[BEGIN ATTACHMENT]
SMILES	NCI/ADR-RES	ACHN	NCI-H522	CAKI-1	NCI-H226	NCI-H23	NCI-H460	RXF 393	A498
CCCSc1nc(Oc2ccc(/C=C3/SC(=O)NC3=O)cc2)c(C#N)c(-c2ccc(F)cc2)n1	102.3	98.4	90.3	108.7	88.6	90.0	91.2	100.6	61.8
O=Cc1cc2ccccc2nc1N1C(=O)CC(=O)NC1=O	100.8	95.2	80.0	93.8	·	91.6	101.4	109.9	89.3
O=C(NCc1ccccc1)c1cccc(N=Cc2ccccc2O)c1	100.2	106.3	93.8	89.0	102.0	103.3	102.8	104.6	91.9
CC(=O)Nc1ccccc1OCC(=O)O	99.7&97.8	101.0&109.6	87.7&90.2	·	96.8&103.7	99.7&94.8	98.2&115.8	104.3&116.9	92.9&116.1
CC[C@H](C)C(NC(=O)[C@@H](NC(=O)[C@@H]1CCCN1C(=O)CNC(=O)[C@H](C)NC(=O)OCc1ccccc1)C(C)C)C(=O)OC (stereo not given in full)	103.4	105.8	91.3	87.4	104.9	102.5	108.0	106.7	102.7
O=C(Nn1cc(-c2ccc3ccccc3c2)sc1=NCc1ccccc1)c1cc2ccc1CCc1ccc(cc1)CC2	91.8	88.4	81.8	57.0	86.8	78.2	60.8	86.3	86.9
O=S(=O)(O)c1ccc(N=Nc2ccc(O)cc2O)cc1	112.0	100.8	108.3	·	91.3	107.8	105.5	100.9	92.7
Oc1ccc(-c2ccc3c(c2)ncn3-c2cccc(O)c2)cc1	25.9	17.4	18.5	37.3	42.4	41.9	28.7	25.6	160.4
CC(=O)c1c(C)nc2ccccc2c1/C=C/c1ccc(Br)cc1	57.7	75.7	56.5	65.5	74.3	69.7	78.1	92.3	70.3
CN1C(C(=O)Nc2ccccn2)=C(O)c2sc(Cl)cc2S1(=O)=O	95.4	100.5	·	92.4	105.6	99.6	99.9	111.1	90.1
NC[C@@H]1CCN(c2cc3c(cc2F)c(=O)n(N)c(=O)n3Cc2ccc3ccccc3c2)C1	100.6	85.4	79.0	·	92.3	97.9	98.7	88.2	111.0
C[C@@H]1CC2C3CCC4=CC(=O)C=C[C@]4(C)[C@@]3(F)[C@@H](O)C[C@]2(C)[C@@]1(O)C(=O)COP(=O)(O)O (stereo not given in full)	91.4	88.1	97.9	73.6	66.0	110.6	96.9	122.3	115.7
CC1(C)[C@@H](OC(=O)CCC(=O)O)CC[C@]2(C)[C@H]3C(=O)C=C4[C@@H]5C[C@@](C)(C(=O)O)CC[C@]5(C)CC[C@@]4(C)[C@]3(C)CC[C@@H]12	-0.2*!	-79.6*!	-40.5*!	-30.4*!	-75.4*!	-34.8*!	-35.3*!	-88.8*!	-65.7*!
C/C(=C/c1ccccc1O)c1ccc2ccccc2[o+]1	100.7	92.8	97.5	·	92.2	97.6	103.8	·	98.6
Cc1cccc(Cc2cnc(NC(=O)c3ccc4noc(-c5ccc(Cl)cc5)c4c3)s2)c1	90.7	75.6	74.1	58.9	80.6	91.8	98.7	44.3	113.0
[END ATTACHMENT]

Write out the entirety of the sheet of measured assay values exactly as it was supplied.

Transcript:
SMILES	NCI/ADR-RES	ACHN	NCI-H522	CAKI-1	NCI-H226	NCI-H23	NCI-H460	RXF 393	A498
CCCSc1nc(Oc2ccc(/C=C3/SC(=O)NC3=O)cc2)c(C#N)c(-c2ccc(F)cc2)n1	102.3	98.4	90.3	108.7	88.6	90.0	91.2	100.6	61.8
O=Cc1cc2ccccc2nc1N1C(=O)CC(=O)NC1=O	100.8	95.2	80.0	93.8	·	91.6	101.4	109.9	89.3
O=C(NCc1ccccc1)c1cccc(N=Cc2ccccc2O)c1	100.2	106.3	93.8	89.0	102.0	103.3	102.8	104.6	91.9
CC(=O)Nc1ccccc1OCC(=O)O	99.7&97.8	101.0&109.6	87.7&90.2	·	96.8&103.7	99.7&94.8	98.2&115.8	104.3&116.9	92.9&116.1
CC[C@H](C)C(NC(=O)[C@@H](NC(=O)[C@@H]1CCCN1C(=O)CNC(=O)[C@H](C)NC(=O)OCc1ccccc1)C(C)C)C(=O)OC (stereo not given in full)	103.4	105.8	91.3	87.4	104.9	102.5	108.0	106.7	102.7
O=C(Nn1cc(-c2ccc3ccccc3c2)sc1=NCc1ccccc1)c1cc2ccc1CCc1ccc(cc1)CC2	91.8	88.4	81.8	57.0	86.8	78.2	60.8	86.3	86.9
O=S(=O)(O)c1ccc(N=Nc2ccc(O)cc2O)cc1	112.0	100.8	108.3	·	91.3	107.8	105.5	100.9	92.7
Oc1ccc(-c2ccc3c(c2)ncn3-c2cccc(O)c2)cc1	25.9	17.4	18.5	37.3	42.4	41.9	28.7	25.6	160.4
CC(=O)c1c(C)nc2ccccc2c1/C=C/c1ccc(Br)cc1	57.7	75.7	56.5	65.5	74.3	69.7	78.1	92.3	70.3
CN1C(C(=O)Nc2ccccn2)=C(O)c2sc(Cl)cc2S1(=O)=O	95.4	100.5	·	92.4	105.6	99.6	99.9	111.1	90.1
NC[C@@H]1CCN(c2cc3c(cc2F)c(=O)n(N)c(=O)n3Cc2ccc3ccccc3c2)C1	100.6	85.4	79.0	·	92.3	97.9	98.7	88.2	111.0
C[C@@H]1CC2C3CCC4=CC(=O)C=C[C@]4(C)[C@@]3(F)[C@@H](O)C[C@]2(C)[C@@]1(O)C(=O)COP(=O)(O)O (stereo not given in full)	91.4	88.1	97.9	73.6	66.0	110.6	96.9	122.3	115.7
CC1(C)[C@@H](OC(=O)CCC(=O)O)CC[C@]2(C)[C@H]3C(=O)C=C4[C@@H]5C[C@@](C)(C(=O)O)CC[C@]5(C)CC[C@@]4(C)[C@]3(C)CC[C@@H]12	-0.2*!	-79.6*!	-40.5*!	-30.4*!	-75.4*!	-34.8*!	-35.3*!	-88.8*!	-65.7*!
C/C(=C/c1ccccc1O)c1ccc2ccccc2[o+]1	100.7	92.8	97.5	·	92.2	97.6	103.8	·	98.6
Cc1cccc(Cc2cnc(NC(=O)c3ccc4noc(-c5ccc(Cl)cc5)c4c3)s2)c1	90.7	75.6	74.1	58.9	80.6	91.8	98.7	44.3	113.0